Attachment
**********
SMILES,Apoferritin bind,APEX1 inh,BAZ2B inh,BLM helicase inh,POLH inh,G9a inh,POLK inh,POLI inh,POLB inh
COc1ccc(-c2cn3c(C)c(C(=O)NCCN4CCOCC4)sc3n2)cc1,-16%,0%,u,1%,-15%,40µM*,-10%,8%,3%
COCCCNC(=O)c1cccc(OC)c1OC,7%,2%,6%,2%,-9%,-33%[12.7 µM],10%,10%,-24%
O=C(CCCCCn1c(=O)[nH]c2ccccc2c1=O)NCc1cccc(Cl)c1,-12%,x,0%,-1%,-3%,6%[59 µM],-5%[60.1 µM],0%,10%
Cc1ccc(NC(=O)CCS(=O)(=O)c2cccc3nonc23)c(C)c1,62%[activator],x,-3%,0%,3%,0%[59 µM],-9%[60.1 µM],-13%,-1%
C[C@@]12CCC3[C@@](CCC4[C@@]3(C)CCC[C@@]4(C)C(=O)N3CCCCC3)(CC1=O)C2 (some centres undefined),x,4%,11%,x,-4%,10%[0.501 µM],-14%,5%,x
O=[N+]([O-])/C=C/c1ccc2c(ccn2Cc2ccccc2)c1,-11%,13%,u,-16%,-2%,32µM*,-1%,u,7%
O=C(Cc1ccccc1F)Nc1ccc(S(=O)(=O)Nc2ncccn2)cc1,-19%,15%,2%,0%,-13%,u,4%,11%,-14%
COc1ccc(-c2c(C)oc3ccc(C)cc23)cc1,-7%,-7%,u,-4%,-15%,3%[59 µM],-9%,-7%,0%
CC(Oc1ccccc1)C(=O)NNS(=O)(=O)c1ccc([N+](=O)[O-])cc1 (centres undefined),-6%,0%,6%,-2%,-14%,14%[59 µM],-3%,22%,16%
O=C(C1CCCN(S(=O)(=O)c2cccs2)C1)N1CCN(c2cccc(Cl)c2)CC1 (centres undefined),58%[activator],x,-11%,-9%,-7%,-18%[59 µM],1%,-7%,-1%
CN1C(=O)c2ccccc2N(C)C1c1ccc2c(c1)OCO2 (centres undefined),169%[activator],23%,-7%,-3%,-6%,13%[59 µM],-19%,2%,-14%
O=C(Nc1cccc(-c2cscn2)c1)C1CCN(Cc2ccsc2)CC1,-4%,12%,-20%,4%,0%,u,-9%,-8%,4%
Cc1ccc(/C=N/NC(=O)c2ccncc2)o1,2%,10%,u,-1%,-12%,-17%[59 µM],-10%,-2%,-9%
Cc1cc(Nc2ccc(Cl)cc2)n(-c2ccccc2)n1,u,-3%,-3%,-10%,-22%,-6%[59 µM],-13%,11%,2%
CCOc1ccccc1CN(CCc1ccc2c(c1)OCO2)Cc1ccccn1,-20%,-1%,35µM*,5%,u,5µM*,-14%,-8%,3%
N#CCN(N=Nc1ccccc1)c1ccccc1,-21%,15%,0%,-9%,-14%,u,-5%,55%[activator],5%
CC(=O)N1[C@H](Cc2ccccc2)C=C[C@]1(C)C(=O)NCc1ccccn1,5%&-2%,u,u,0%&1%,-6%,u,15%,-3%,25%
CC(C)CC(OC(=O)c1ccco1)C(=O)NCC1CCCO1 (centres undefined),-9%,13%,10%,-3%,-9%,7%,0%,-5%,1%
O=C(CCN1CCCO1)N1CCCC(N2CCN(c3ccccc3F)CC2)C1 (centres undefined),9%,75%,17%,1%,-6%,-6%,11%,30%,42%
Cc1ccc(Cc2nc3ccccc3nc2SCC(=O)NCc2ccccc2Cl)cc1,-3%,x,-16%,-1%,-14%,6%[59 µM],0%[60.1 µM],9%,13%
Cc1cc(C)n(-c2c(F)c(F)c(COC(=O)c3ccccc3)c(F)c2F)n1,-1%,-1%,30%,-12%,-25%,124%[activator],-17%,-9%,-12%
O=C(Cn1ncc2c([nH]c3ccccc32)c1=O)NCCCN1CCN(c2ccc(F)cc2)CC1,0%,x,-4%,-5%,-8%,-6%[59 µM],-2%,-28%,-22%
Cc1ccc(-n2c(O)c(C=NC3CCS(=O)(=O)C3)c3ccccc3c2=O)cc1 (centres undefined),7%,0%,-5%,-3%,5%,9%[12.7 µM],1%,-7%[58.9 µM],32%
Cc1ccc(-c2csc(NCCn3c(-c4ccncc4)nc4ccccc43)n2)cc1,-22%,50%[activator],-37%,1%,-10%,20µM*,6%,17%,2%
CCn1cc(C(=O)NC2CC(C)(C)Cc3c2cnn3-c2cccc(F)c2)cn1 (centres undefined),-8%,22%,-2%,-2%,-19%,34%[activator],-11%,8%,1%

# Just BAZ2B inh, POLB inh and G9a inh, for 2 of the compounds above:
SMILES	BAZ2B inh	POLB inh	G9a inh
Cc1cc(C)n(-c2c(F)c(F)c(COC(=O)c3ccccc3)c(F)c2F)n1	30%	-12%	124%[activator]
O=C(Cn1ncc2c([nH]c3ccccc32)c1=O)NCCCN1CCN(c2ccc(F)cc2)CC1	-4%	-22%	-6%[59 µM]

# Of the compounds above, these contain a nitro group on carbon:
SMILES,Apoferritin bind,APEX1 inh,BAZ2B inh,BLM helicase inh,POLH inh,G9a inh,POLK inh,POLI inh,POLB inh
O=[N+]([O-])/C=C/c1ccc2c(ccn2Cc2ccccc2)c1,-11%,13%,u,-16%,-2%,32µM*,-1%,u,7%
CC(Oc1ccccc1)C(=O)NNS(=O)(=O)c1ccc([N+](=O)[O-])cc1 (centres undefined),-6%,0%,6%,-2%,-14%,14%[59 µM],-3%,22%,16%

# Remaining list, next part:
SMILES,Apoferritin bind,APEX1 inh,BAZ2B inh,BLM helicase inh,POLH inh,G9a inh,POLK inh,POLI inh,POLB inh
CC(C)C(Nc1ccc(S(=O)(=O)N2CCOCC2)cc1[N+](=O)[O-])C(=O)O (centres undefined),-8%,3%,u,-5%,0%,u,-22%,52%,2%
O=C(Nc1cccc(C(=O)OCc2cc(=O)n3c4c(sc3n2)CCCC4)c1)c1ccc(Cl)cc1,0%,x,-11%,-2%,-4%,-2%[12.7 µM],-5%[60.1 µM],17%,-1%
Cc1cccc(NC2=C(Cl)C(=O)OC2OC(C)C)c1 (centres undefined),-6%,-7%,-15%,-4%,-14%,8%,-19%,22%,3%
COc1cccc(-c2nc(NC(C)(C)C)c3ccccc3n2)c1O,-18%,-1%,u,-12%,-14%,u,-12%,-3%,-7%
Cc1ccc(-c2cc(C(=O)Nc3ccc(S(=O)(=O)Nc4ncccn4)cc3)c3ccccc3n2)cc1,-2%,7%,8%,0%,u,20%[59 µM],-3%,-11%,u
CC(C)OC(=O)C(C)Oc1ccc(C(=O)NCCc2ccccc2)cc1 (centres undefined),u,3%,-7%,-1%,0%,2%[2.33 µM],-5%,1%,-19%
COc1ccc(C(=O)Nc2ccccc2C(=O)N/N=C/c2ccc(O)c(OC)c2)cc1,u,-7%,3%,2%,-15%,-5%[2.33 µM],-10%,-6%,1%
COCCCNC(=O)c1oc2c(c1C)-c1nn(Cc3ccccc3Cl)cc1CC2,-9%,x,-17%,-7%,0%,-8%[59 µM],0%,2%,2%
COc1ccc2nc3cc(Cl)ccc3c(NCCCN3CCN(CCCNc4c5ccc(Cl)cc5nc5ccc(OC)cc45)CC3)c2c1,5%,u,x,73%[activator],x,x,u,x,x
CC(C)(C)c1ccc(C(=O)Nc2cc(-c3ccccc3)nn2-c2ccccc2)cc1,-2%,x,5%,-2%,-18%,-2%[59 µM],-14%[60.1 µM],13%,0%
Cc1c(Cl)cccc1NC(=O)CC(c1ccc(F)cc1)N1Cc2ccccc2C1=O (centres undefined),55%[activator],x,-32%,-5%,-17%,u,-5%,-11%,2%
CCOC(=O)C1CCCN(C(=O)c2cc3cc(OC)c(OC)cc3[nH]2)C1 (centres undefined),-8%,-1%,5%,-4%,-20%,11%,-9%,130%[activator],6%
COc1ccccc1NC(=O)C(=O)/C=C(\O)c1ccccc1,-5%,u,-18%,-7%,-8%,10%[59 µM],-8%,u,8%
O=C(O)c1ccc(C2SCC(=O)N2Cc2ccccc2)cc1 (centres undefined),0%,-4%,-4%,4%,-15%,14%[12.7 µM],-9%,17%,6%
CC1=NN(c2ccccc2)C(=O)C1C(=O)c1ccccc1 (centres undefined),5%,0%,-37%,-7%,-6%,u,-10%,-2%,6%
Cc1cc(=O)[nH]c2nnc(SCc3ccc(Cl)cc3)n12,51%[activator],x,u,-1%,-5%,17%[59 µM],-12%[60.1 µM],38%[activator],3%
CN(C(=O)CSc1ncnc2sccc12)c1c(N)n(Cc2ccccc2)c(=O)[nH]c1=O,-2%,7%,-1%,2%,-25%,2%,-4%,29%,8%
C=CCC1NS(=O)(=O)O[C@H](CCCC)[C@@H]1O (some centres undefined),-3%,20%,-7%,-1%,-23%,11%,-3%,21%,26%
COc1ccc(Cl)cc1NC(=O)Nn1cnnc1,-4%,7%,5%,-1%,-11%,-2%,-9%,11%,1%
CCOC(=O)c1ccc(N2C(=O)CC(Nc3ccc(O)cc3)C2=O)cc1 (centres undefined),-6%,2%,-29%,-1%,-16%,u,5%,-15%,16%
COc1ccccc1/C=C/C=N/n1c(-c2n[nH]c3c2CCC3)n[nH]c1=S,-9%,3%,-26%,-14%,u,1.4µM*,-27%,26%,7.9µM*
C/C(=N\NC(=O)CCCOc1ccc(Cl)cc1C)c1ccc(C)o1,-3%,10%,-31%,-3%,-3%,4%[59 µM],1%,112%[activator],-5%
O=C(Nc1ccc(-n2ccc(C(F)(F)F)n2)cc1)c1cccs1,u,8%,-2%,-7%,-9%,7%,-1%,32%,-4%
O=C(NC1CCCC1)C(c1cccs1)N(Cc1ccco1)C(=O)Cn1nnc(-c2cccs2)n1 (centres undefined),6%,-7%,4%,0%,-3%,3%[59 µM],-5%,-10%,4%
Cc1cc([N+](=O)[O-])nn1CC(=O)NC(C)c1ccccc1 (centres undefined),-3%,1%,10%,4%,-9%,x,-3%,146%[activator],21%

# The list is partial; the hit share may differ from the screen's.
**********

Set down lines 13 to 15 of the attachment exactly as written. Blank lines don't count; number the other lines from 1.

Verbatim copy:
O=C(Nc1cccc(-c2cscn2)c1)C1CCN(Cc2ccsc2)CC1,-4%,12%,-20%,4%,0%,u,-9%,-8%,4%
Cc1ccc(/C=N/NC(=O)c2ccncc2)o1,2%,10%,u,-1%,-12%,-17%[59 µM],-10%,-2%,-9%
Cc1cc(Nc2ccc(Cl)cc2)n(-c2ccccc2)n1,u,-3%,-3%,-10%,-22%,-6%[59 µM],-13%,11%,2%